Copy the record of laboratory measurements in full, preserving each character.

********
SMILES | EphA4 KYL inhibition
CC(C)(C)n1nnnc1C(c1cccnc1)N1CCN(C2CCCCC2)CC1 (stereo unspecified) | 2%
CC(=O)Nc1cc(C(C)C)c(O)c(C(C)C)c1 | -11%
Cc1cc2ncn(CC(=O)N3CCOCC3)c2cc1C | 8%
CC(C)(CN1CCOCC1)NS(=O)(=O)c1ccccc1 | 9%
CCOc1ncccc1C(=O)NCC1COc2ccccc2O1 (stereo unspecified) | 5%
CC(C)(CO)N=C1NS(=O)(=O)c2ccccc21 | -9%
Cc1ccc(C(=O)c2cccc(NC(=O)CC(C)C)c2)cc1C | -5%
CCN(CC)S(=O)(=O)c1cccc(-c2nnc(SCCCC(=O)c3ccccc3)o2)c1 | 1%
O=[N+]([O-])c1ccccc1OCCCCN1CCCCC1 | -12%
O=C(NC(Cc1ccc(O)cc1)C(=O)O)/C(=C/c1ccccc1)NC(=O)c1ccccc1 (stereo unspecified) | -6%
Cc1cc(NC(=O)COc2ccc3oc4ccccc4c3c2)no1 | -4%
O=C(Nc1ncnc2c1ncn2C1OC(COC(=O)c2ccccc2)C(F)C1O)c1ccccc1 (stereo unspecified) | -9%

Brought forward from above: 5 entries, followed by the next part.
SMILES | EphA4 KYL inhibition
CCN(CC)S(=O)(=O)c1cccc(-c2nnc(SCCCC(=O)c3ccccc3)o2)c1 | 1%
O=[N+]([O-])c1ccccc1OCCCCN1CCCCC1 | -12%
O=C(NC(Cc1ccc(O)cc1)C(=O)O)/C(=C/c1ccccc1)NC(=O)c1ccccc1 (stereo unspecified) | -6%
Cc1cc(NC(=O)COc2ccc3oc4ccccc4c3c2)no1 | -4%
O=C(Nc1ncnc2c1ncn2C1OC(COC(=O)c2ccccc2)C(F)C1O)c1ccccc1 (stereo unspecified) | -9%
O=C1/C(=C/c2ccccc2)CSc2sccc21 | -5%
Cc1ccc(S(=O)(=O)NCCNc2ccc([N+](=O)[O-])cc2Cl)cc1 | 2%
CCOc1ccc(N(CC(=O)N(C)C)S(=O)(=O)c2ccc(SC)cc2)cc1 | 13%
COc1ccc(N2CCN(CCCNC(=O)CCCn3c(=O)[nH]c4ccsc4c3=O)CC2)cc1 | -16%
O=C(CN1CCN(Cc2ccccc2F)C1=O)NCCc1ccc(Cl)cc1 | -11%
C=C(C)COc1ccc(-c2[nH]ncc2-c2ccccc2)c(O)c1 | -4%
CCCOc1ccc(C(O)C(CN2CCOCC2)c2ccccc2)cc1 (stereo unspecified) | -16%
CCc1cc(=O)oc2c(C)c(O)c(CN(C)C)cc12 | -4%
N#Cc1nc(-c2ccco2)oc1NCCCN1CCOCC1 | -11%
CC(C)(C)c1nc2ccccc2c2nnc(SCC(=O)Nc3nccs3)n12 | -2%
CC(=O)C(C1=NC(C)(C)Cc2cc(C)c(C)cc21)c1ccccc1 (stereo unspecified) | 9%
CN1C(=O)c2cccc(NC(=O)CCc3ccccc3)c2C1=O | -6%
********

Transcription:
SMILES | EphA4 KYL inhibition
CC(C)(C)n1nnnc1C(c1cccnc1)N1CCN(C2CCCCC2)CC1 (stereo unspecified) | 2%
CC(=O)Nc1cc(C(C)C)c(O)c(C(C)C)c1 | -11%
Cc1cc2ncn(CC(=O)N3CCOCC3)c2cc1C | 8%
CC(C)(CN1CCOCC1)NS(=O)(=O)c1ccccc1 | 9%
CCOc1ncccc1C(=O)NCC1COc2ccccc2O1 (stereo unspecified) | 5%
CC(C)(CO)N=C1NS(=O)(=O)c2ccccc21 | -9%
Cc1ccc(C(=O)c2cccc(NC(=O)CC(C)C)c2)cc1C | -5%
CCN(CC)S(=O)(=O)c1cccc(-c2nnc(SCCCC(=O)c3ccccc3)o2)c1 | 1%
O=[N+]([O-])c1ccccc1OCCCCN1CCCCC1 | -12%
O=C(NC(Cc1ccc(O)cc1)C(=O)O)/C(=C/c1ccccc1)NC(=O)c1ccccc1 (stereo unspecified) | -6%
Cc1cc(NC(=O)COc2ccc3oc4ccccc4c3c2)no1 | -4%
O=C(Nc1ncnc2c1ncn2C1OC(COC(=O)c2ccccc2)C(F)C1O)c1ccccc1 (stereo unspecified) | -9%

Brought forward from above: 5 entries, followed by the next part.
SMILES | EphA4 KYL inhibition
CCN(CC)S(=O)(=O)c1cccc(-c2nnc(SCCCC(=O)c3ccccc3)o2)c1 | 1%
O=[N+]([O-])c1ccccc1OCCCCN1CCCCC1 | -12%
O=C(NC(Cc1ccc(O)cc1)C(=O)O)/C(=C/c1ccccc1)NC(=O)c1ccccc1 (stereo unspecified) | -6%
Cc1cc(NC(=O)COc2ccc3oc4ccccc4c3c2)no1 | -4%
O=C(Nc1ncnc2c1ncn2C1OC(COC(=O)c2ccccc2)C(F)C1O)c1ccccc1 (stereo unspecified) | -9%
O=C1/C(=C/c2ccccc2)CSc2sccc21 | -5%
Cc1ccc(S(=O)(=O)NCCNc2ccc([N+](=O)[O-])cc2Cl)cc1 | 2%
CCOc1ccc(N(CC(=O)N(C)C)S(=O)(=O)c2ccc(SC)cc2)cc1 | 13%
COc1ccc(N2CCN(CCCNC(=O)CCCn3c(=O)[nH]c4ccsc4c3=O)CC2)cc1 | -16%
O=C(CN1CCN(Cc2ccccc2F)C1=O)NCCc1ccc(Cl)cc1 | -11%
C=C(C)COc1ccc(-c2[nH]ncc2-c2ccccc2)c(O)c1 | -4%
CCCOc1ccc(C(O)C(CN2CCOCC2)c2ccccc2)cc1 (stereo unspecified) | -16%
CCc1cc(=O)oc2c(C)c(O)c(CN(C)C)cc12 | -4%
N#Cc1nc(-c2ccco2)oc1NCCCN1CCOCC1 | -11%
CC(C)(C)c1nc2ccccc2c2nnc(SCC(=O)Nc3nccs3)n12 | -2%
CC(=O)C(C1=NC(C)(C)Cc2cc(C)c(C)cc21)c1ccccc1 (stereo unspecified) | 9%
CN1C(=O)c2cccc(NC(=O)CCc3ccccc3)c2C1=O | -6%